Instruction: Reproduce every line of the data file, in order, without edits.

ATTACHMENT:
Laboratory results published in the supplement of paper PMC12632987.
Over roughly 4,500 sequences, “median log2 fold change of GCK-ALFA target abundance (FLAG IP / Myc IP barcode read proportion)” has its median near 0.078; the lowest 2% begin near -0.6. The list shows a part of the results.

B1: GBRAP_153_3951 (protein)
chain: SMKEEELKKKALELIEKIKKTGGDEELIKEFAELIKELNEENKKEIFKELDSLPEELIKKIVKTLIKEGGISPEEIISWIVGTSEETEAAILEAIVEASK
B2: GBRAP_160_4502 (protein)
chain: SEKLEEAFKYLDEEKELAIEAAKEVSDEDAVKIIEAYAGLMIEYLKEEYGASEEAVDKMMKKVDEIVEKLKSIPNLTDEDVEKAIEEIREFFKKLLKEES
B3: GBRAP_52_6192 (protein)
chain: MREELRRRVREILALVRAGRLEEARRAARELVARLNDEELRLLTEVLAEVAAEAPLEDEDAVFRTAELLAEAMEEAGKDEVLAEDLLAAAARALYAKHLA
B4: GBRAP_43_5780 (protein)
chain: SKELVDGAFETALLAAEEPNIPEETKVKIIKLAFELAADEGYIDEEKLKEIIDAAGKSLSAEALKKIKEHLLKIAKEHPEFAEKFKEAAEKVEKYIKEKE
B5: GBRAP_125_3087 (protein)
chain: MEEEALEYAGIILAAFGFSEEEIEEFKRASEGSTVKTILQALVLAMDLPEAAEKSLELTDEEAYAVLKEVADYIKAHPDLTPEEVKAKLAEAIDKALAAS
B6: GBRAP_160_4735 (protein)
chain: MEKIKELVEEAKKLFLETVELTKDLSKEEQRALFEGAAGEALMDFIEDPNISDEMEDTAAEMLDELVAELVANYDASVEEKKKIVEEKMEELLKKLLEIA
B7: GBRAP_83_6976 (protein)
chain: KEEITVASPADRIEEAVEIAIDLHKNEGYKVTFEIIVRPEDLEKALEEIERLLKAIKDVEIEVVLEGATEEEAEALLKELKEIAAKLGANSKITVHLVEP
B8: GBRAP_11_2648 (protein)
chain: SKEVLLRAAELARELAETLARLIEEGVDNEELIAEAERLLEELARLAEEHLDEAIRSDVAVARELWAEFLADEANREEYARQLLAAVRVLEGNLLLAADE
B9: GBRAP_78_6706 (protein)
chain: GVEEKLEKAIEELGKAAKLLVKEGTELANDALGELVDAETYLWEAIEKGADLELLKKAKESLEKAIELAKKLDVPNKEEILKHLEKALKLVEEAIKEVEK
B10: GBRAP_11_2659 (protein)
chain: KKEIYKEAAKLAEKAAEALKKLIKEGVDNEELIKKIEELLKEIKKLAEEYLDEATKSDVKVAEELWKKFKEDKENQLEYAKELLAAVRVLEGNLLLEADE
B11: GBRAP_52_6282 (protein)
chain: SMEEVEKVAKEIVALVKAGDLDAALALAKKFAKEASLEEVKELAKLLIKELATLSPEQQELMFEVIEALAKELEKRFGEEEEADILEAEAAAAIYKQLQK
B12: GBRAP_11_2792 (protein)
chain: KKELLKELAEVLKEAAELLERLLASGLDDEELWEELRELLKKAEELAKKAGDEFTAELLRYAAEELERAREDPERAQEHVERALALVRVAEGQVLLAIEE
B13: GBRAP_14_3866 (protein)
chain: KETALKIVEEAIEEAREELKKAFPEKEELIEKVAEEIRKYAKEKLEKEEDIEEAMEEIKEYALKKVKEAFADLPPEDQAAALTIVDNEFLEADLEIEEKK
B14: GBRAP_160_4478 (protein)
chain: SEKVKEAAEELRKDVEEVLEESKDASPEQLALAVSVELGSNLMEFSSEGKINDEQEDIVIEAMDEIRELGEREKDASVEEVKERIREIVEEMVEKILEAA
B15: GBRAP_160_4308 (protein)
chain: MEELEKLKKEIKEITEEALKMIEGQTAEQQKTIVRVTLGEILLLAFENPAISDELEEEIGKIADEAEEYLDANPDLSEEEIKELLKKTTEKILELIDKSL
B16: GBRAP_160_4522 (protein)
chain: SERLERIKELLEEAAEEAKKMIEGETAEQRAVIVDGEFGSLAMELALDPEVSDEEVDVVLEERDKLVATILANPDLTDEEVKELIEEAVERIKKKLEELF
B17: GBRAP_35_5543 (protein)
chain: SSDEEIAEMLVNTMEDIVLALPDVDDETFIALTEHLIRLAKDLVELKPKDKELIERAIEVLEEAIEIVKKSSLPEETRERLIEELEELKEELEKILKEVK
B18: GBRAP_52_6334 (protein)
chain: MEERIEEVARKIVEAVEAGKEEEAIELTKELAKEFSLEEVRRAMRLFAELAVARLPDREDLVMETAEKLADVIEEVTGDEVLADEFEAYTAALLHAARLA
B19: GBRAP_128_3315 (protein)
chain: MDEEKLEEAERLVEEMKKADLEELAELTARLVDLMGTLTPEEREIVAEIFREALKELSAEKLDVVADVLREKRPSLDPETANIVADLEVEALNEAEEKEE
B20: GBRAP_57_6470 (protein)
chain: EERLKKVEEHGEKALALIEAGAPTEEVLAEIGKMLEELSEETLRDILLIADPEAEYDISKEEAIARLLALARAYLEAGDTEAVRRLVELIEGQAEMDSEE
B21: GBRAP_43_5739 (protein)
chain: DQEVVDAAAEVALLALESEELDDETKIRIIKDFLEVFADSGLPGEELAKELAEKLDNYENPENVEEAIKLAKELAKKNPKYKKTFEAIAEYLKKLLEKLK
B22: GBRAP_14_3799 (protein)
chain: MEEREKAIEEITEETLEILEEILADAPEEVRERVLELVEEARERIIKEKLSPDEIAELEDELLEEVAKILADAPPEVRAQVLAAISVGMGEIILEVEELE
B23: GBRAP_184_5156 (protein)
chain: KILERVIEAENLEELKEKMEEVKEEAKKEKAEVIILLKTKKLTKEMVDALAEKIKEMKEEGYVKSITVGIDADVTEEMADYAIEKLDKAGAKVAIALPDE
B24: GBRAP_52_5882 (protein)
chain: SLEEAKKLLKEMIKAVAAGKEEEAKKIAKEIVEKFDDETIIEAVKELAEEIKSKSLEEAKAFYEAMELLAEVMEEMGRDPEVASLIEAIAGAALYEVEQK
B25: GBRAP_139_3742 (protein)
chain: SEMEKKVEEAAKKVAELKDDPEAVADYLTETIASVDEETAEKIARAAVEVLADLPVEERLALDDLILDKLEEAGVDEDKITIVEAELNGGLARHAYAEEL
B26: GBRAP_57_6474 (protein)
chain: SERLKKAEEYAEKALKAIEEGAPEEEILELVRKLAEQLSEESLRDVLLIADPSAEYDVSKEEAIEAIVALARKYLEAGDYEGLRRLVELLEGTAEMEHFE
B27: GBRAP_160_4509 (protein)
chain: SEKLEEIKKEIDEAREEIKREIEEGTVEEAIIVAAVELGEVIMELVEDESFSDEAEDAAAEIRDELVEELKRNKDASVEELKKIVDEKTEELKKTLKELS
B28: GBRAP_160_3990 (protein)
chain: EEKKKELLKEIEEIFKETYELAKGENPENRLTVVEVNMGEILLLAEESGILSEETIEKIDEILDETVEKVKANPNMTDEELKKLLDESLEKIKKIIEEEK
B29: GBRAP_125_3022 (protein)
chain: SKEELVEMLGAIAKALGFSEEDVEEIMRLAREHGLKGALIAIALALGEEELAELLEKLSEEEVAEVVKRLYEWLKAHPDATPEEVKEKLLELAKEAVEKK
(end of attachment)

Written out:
Laboratory results published in the supplement of paper PMC12632987.
Over roughly 4,500 sequences, “median log2 fold change of GCK-ALFA target abundance (FLAG IP / Myc IP barcode read proportion)” has its median near 0.078; the lowest 2% begin near -0.6. The list shows a part of the results.

B1: GBRAP_153_3951 (protein)
chain: SMKEEELKKKALELIEKIKKTGGDEELIKEFAELIKELNEENKKEIFKELDSLPEELIKKIVKTLIKEGGISPEEIISWIVGTSEETEAAILEAIVEASK
B2: GBRAP_160_4502 (protein)
chain: SEKLEEAFKYLDEEKELAIEAAKEVSDEDAVKIIEAYAGLMIEYLKEEYGASEEAVDKMMKKVDEIVEKLKSIPNLTDEDVEKAIEEIREFFKKLLKEES
B3: GBRAP_52_6192 (protein)
chain: MREELRRRVREILALVRAGRLEEARRAARELVARLNDEELRLLTEVLAEVAAEAPLEDEDAVFRTAELLAEAMEEAGKDEVLAEDLLAAAARALYAKHLA
B4: GBRAP_43_5780 (protein)
chain: SKELVDGAFETALLAAEEPNIPEETKVKIIKLAFELAADEGYIDEEKLKEIIDAAGKSLSAEALKKIKEHLLKIAKEHPEFAEKFKEAAEKVEKYIKEKE
B5: GBRAP_125_3087 (protein)
chain: MEEEALEYAGIILAAFGFSEEEIEEFKRASEGSTVKTILQALVLAMDLPEAAEKSLELTDEEAYAVLKEVADYIKAHPDLTPEEVKAKLAEAIDKALAAS
B6: GBRAP_160_4735 (protein)
chain: MEKIKELVEEAKKLFLETVELTKDLSKEEQRALFEGAAGEALMDFIEDPNISDEMEDTAAEMLDELVAELVANYDASVEEKKKIVEEKMEELLKKLLEIA
B7: GBRAP_83_6976 (protein)
chain: KEEITVASPADRIEEAVEIAIDLHKNEGYKVTFEIIVRPEDLEKALEEIERLLKAIKDVEIEVVLEGATEEEAEALLKELKEIAAKLGANSKITVHLVEP
B8: GBRAP_11_2648 (protein)
chain: SKEVLLRAAELARELAETLARLIEEGVDNEELIAEAERLLEELARLAEEHLDEAIRSDVAVARELWAEFLADEANREEYARQLLAAVRVLEGNLLLAADE
B9: GBRAP_78_6706 (protein)
chain: GVEEKLEKAIEELGKAAKLLVKEGTELANDALGELVDAETYLWEAIEKGADLELLKKAKESLEKAIELAKKLDVPNKEEILKHLEKALKLVEEAIKEVEK
B10: GBRAP_11_2659 (protein)
chain: KKEIYKEAAKLAEKAAEALKKLIKEGVDNEELIKKIEELLKEIKKLAEEYLDEATKSDVKVAEELWKKFKEDKENQLEYAKELLAAVRVLEGNLLLEADE
B11: GBRAP_52_6282 (protein)
chain: SMEEVEKVAKEIVALVKAGDLDAALALAKKFAKEASLEEVKELAKLLIKELATLSPEQQELMFEVIEALAKELEKRFGEEEEADILEAEAAAAIYKQLQK
B12: GBRAP_11_2792 (protein)
chain: KKELLKELAEVLKEAAELLERLLASGLDDEELWEELRELLKKAEELAKKAGDEFTAELLRYAAEELERAREDPERAQEHVERALALVRVAEGQVLLAIEE
B13: GBRAP_14_3866 (protein)
chain: KETALKIVEEAIEEAREELKKAFPEKEELIEKVAEEIRKYAKEKLEKEEDIEEAMEEIKEYALKKVKEAFADLPPEDQAAALTIVDNEFLEADLEIEEKK
B14: GBRAP_160_4478 (protein)
chain: SEKVKEAAEELRKDVEEVLEESKDASPEQLALAVSVELGSNLMEFSSEGKINDEQEDIVIEAMDEIRELGEREKDASVEEVKERIREIVEEMVEKILEAA
B15: GBRAP_160_4308 (protein)
chain: MEELEKLKKEIKEITEEALKMIEGQTAEQQKTIVRVTLGEILLLAFENPAISDELEEEIGKIADEAEEYLDANPDLSEEEIKELLKKTTEKILELIDKSL
B16: GBRAP_160_4522 (protein)
chain: SERLERIKELLEEAAEEAKKMIEGETAEQRAVIVDGEFGSLAMELALDPEVSDEEVDVVLEERDKLVATILANPDLTDEEVKELIEEAVERIKKKLEELF
B17: GBRAP_35_5543 (protein)
chain: SSDEEIAEMLVNTMEDIVLALPDVDDETFIALTEHLIRLAKDLVELKPKDKELIERAIEVLEEAIEIVKKSSLPEETRERLIEELEELKEELEKILKEVK
B18: GBRAP_52_6334 (protein)
chain: MEERIEEVARKIVEAVEAGKEEEAIELTKELAKEFSLEEVRRAMRLFAELAVARLPDREDLVMETAEKLADVIEEVTGDEVLADEFEAYTAALLHAARLA
B19: GBRAP_128_3315 (protein)
chain: MDEEKLEEAERLVEEMKKADLEELAELTARLVDLMGTLTPEEREIVAEIFREALKELSAEKLDVVADVLREKRPSLDPETANIVADLEVEALNEAEEKEE
B20: GBRAP_57_6470 (protein)
chain: EERLKKVEEHGEKALALIEAGAPTEEVLAEIGKMLEELSEETLRDILLIADPEAEYDISKEEAIARLLALARAYLEAGDTEAVRRLVELIEGQAEMDSEE
B21: GBRAP_43_5739 (protein)
chain: DQEVVDAAAEVALLALESEELDDETKIRIIKDFLEVFADSGLPGEELAKELAEKLDNYENPENVEEAIKLAKELAKKNPKYKKTFEAIAEYLKKLLEKLK
B22: GBRAP_14_3799 (protein)
chain: MEEREKAIEEITEETLEILEEILADAPEEVRERVLELVEEARERIIKEKLSPDEIAELEDELLEEVAKILADAPPEVRAQVLAAISVGMGEIILEVEELE
B23: GBRAP_184_5156 (protein)
chain: KILERVIEAENLEELKEKMEEVKEEAKKEKAEVIILLKTKKLTKEMVDALAEKIKEMKEEGYVKSITVGIDADVTEEMADYAIEKLDKAGAKVAIALPDE
B24: GBRAP_52_5882 (protein)
chain: SLEEAKKLLKEMIKAVAAGKEEEAKKIAKEIVEKFDDETIIEAVKELAEEIKSKSLEEAKAFYEAMELLAEVMEEMGRDPEVASLIEAIAGAALYEVEQK
B25: GBRAP_139_3742 (protein)
chain: SEMEKKVEEAAKKVAELKDDPEAVADYLTETIASVDEETAEKIARAAVEVLADLPVEERLALDDLILDKLEEAGVDEDKITIVEAELNGGLARHAYAEEL
B26: GBRAP_57_6474 (protein)
chain: SERLKKAEEYAEKALKAIEEGAPEEEILELVRKLAEQLSEESLRDVLLIADPSAEYDVSKEEAIEAIVALARKYLEAGDYEGLRRLVELLEGTAEMEHFE
B27: GBRAP_160_4509 (protein)
chain: SEKLEEIKKEIDEAREEIKREIEEGTVEEAIIVAAVELGEVIMELVEDESFSDEAEDAAAEIRDELVEELKRNKDASVEELKKIVDEKTEELKKTLKELS
B28: GBRAP_160_3990 (protein)
chain: EEKKKELLKEIEEIFKETYELAKGENPENRLTVVEVNMGEILLLAEESGILSEETIEKIDEILDETVEKVKANPNMTDEELKKLLDESLEKIKKIIEEEK
B29: GBRAP_125_3022 (protein)
chain: SKEELVEMLGAIAKALGFSEEDVEEIMRLAREHGLKGALIAIALALGEEELAELLEKLSEEEVAEVVKRLYEWLKAHPDATPEEVKEKLLELAKEAVEKK